#10

My project uses the assemblies mentioned, my code uses

Arraylists - these are a fixed capacity,
Hashtables (these are static readonly so not sure whether they affect RAM),
bytes and shorts - these are used to populate the Arraylists

As I said my code never uses more that 40KB at any time, I’m using an initial calculation of memory available at program start as a reference to calculate my code ram usage.


#11

so what’s your question ?

Are you interested in code size (flash usage) or ram usage (objects/classes/variables)


#12

Ram usage is what I’m interested in as I’m finding it a little confusing as to what Ram my assemblies are using, as I stated my code never exceeds 40KB, so with Fez Cerb that would in theory leave 64KB to play with, my original question was how much Ram is being used by declaring these assemblies?


#13

none is used by declaring “using” statements.


#14

@ chillydk147 - yes you will find it confusing because it is very dynamic and will change every second your program run. You can see the free memory at any time but it will always change depending on what is going on. This is a great benefit of a modern programming language, memory management.


#15

Ok, so what im understanding here is that including an assembly via a using statement, if no classes of that assembly are ever used then that assembly will only have an effect total flash usage and never on ram usage


#16

not quite… but close. A USING statement is only a shortcut to a namespace, so it will have no real change in data or code, irrespective of what you do.

Adding a reference to a new namespace will include the assembly which will change your flash usage, whether you create anything from it or not. When you use the class of that assembly you’ll consume RAM.


#17

I don’t think we are getting our question answered.

There seems to be an understanding that we are asking about memory during the running of the program. In my case at least I completely understand dynamic memory and memory managers, etc. I have designed and written them. RAM memory, not the flash. I understand that every time I create an instance of anything some RAM is used and that when I dispose of the instance the RAM is freed for use elsewhere. I think the answers we are getting is explaining this.

My question( and I think chillydl147’s ) is about only the instant in time when our ProgramStarted routine is called

To clarify my question I created from scratch a new CerbuinoBee Gadgeteer program. I added a print, sleep loop.

I linked an ENC28Ethernet module and two Header modules to the sockets in the diagram tool.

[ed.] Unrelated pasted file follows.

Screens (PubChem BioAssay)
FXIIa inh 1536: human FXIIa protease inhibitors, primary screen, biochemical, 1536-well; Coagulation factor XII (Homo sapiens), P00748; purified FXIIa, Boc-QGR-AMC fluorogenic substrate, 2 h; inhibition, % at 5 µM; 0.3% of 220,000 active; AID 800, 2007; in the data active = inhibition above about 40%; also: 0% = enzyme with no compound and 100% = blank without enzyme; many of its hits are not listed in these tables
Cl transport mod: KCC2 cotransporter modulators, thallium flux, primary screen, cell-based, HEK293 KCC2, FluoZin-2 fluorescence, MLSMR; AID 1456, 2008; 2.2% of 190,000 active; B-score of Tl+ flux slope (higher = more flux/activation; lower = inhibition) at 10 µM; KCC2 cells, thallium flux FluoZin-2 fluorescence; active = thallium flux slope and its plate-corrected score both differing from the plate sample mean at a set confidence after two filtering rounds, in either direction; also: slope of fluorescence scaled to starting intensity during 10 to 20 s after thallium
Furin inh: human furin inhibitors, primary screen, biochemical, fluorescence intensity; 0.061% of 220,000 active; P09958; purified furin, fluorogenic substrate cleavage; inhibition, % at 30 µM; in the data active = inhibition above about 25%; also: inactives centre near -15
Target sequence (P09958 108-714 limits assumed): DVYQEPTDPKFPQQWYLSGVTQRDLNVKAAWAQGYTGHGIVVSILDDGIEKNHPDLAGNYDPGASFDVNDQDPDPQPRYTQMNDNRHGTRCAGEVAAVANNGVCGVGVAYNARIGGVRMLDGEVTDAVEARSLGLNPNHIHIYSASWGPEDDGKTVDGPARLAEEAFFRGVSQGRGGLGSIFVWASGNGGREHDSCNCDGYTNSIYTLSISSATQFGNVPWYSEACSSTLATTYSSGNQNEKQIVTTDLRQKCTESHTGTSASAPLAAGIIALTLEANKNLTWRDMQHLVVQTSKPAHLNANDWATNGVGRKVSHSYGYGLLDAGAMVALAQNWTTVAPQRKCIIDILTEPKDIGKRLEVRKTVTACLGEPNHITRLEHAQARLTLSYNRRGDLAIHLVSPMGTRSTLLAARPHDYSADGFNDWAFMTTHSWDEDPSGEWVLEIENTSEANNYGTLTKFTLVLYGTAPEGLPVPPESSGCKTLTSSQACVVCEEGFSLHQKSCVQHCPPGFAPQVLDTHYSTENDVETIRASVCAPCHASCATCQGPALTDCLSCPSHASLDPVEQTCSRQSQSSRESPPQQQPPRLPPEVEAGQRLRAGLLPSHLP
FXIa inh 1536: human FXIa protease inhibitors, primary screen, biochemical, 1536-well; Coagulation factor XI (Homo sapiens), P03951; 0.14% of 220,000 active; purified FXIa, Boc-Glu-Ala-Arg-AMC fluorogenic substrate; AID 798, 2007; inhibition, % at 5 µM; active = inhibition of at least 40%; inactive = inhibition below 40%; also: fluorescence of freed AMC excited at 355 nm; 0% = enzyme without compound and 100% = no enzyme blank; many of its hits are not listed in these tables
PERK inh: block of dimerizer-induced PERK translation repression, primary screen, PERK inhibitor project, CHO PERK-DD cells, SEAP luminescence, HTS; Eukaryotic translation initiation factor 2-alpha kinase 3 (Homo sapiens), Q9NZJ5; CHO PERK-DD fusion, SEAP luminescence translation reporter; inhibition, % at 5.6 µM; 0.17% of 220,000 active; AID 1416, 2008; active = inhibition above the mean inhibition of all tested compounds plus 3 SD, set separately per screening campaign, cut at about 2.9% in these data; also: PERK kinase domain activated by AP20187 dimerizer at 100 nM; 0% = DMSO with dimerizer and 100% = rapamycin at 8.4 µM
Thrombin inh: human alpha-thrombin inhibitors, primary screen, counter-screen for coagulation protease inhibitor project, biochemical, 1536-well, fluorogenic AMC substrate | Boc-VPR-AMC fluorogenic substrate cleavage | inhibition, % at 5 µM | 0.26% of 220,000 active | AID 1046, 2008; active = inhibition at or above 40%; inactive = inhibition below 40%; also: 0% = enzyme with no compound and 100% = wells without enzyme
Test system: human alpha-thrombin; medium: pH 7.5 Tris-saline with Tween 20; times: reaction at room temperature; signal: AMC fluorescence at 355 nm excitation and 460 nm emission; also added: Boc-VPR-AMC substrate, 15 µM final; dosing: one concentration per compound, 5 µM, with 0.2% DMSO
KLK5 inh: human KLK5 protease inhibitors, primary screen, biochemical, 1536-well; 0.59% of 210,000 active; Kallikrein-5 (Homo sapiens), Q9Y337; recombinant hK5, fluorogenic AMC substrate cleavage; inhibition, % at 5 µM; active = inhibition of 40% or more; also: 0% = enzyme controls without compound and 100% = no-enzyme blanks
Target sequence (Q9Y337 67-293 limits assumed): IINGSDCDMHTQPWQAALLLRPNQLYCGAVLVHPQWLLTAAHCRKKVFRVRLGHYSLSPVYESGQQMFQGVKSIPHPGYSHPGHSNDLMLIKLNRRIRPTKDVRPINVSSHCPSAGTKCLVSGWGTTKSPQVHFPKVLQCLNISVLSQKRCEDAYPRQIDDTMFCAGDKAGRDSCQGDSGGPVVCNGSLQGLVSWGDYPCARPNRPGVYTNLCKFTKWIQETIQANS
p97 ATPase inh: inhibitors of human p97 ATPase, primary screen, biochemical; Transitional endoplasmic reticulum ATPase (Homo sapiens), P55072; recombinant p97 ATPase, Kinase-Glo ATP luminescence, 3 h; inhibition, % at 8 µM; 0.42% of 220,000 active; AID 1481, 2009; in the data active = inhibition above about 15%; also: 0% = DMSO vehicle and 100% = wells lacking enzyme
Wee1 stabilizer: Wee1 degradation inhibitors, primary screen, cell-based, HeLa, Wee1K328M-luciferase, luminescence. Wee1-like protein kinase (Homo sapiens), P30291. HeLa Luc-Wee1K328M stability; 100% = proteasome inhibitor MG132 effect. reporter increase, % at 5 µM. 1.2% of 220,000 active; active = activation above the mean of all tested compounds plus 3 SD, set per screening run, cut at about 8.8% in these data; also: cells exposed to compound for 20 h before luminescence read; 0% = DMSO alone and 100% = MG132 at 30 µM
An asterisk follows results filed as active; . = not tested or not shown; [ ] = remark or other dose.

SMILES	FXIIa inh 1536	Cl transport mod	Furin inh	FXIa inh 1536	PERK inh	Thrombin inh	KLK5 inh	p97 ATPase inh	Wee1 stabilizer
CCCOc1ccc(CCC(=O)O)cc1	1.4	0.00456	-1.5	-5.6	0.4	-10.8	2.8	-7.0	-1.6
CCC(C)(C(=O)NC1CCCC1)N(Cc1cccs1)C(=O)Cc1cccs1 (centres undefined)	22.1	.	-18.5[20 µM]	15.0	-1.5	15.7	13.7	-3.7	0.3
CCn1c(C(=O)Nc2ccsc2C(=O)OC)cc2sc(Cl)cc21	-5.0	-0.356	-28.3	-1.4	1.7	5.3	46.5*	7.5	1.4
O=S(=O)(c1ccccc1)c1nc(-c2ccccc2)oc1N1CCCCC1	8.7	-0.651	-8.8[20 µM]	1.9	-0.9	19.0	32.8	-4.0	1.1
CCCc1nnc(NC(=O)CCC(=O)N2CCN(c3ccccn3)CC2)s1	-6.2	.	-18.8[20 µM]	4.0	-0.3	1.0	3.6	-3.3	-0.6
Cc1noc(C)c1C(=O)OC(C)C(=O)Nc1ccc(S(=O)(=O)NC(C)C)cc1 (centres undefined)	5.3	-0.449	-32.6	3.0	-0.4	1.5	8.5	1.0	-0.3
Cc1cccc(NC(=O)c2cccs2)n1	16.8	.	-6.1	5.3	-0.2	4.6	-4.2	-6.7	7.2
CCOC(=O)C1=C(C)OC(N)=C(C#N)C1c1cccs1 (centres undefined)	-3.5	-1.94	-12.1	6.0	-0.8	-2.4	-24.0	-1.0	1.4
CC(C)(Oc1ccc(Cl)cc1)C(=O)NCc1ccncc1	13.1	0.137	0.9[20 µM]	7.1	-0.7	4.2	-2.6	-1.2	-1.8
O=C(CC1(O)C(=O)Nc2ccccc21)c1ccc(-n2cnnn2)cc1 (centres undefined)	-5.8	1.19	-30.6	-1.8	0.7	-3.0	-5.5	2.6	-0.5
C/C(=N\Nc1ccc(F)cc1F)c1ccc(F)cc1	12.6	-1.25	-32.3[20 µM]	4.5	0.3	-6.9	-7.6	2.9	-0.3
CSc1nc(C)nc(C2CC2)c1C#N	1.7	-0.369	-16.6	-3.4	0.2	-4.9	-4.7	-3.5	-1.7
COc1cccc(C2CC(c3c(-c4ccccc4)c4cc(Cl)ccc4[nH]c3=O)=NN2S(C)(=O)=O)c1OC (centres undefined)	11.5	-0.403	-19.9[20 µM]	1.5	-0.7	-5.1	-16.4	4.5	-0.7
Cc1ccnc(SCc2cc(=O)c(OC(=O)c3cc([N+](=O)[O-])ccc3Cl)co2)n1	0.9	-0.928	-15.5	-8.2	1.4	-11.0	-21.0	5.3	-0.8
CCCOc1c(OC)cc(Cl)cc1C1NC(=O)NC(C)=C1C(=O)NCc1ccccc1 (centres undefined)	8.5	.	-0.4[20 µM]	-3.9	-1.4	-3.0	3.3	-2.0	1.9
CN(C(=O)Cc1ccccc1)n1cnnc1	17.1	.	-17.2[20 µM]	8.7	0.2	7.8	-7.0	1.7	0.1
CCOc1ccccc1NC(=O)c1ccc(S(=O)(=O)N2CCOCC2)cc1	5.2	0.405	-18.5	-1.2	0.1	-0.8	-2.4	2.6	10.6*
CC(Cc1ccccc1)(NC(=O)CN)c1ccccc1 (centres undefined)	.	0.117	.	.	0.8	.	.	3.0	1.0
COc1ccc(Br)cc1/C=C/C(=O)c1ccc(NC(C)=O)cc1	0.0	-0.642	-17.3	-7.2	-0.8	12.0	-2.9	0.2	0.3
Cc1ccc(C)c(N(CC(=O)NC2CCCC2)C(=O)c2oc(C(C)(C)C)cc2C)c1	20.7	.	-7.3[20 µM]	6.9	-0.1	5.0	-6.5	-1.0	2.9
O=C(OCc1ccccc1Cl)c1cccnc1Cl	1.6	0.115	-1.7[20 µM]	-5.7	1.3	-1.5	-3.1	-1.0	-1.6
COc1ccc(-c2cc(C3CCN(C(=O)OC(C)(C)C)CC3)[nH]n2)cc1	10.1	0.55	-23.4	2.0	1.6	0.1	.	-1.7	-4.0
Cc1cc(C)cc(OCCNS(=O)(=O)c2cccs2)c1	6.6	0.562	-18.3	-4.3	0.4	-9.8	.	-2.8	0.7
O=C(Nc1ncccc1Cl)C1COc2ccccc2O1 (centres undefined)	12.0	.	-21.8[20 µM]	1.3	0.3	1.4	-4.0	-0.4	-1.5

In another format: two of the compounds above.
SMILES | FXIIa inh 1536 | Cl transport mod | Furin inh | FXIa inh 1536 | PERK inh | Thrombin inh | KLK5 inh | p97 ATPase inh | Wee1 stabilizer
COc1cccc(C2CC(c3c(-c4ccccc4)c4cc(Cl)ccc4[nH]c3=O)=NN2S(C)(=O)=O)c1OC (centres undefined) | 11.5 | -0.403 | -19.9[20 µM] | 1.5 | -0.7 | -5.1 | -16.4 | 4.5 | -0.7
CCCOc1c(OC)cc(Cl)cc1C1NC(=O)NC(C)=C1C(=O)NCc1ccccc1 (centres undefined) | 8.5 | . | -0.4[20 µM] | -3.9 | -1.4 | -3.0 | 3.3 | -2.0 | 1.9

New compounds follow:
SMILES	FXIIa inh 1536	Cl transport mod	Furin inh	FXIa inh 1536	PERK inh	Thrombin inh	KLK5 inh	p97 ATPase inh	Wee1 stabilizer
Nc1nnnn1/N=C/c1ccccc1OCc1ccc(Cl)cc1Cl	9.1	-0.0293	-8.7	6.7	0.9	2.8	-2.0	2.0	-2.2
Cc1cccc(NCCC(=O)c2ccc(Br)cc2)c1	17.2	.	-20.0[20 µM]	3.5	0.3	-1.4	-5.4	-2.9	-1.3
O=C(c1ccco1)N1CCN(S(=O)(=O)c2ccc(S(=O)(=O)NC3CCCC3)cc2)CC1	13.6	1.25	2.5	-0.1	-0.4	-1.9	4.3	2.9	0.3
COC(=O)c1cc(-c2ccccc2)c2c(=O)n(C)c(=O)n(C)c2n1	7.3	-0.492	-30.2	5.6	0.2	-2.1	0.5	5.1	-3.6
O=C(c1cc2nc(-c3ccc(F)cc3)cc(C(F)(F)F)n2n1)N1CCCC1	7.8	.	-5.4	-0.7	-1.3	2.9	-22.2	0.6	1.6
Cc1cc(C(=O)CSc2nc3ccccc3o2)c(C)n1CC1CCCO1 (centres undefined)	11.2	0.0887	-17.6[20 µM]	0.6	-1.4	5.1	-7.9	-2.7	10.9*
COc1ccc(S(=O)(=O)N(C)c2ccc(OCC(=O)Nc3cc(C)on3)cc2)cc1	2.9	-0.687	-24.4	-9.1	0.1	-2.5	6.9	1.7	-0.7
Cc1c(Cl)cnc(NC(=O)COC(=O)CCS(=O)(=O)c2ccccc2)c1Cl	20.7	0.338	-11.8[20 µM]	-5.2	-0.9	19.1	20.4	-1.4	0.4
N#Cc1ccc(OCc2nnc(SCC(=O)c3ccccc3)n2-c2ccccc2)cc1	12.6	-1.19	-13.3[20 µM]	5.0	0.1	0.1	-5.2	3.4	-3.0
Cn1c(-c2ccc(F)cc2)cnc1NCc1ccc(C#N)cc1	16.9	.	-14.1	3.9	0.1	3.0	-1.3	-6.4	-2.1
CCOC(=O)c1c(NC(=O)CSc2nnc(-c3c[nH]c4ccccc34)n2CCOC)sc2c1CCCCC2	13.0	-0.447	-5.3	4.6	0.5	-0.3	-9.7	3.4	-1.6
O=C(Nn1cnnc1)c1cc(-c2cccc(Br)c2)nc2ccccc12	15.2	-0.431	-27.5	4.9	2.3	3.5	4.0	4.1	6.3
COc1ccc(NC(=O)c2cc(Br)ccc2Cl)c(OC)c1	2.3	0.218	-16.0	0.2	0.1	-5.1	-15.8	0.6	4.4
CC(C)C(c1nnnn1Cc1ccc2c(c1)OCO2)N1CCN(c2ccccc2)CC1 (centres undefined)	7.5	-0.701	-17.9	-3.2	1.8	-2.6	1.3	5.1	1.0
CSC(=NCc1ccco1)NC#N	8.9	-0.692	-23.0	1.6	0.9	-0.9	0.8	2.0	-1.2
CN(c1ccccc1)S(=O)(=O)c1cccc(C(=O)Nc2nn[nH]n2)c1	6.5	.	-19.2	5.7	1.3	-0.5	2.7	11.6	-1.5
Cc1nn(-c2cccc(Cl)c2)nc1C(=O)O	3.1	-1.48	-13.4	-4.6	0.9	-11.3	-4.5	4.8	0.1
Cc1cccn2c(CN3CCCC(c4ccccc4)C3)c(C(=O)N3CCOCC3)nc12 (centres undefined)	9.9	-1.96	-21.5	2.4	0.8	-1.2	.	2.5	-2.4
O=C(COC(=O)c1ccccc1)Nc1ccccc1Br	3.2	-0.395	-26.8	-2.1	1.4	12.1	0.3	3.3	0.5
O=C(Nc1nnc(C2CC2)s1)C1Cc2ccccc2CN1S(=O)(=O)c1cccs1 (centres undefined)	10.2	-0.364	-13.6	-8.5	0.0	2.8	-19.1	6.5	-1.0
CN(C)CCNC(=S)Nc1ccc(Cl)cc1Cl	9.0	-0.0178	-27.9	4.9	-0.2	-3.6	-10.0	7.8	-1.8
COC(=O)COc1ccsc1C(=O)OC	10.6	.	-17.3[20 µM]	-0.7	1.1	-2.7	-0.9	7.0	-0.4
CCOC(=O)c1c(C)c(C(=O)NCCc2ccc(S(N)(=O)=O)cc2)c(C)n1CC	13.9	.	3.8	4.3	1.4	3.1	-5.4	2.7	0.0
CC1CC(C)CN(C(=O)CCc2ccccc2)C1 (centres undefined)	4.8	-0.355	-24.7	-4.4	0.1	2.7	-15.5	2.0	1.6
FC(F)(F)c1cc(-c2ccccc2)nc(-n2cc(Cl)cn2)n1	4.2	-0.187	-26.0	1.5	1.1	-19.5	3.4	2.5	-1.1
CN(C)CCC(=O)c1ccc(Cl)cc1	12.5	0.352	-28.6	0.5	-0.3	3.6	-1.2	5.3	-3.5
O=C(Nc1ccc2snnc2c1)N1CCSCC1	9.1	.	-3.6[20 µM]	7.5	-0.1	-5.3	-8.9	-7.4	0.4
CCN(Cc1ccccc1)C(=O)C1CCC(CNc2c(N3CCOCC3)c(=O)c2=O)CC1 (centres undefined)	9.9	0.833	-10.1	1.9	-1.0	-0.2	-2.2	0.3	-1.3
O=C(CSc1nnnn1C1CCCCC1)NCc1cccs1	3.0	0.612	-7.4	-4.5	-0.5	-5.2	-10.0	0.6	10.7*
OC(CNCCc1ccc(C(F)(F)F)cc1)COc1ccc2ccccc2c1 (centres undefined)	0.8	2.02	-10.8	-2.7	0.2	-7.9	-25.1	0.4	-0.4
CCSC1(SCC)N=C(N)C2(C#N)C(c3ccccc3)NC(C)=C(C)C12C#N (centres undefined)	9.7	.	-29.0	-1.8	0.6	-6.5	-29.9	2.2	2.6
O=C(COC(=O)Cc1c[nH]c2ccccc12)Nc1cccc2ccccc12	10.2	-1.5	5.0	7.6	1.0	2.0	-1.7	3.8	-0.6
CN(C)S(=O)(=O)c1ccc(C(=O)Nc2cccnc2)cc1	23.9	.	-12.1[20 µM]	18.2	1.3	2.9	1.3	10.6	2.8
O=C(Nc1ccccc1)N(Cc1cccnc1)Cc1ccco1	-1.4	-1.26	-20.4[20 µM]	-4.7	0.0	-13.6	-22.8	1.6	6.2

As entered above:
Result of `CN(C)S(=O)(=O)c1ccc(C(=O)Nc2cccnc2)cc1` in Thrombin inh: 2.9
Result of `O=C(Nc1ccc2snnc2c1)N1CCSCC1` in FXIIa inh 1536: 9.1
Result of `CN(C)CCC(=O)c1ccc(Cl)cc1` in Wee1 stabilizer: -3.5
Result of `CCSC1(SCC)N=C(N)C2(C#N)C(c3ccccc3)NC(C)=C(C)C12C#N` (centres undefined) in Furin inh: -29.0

I did not add anything else or change anything. I ran it.

Attached is the source and the output. I am assuming that this number printed out is the memory available. Given that the spec says the CerbuinoBee has > 100k of RAM available, but my print statement indicates that there is only about 40K available when my code starts (and ~5K released a few seconds later), the question is:

Is there any way to find out where the other approximately 60K is going and if there is any way to reduce it.

using System;
using System.Collections;
using System.Threading;
using Microsoft.SPOT;
using Microsoft.SPOT.Presentation;
using Microsoft.SPOT.Presentation.Controls;
using Microsoft.SPOT.Presentation.Media;
using Microsoft.SPOT.Presentation.Shapes;
using Microsoft.SPOT.Touch;

using Gadgeteer.Networking;
using GT = Gadgeteer;
using GTM = Gadgeteer.Modules;
using Gadgeteer.Modules.GHIElectronics;

namespace Test
{
    public partial class Program
    {
        // This method is run when the mainboard is powered up or reset.   
        void ProgramStarted()
        {
            /*******************************************************************************************
            Modules added in the Program.gadgeteer designer view are used by typing 
            their name followed by a period, e.g.  button.  or  camera.
            
            Many modules generate useful events. Type +=<tab><tab> to add a handler to an event, e.g.:
                button.ButtonPressed +=<tab><tab>
            
            If you want to do something periodically, use a GT.Timer and handle its Tick event, e.g.:
                GT.Timer timer = new GT.Timer(1000); // every second (1000ms)
                timer.Tick +=<tab><tab>
                timer.Start();
            *******************************************************************************************/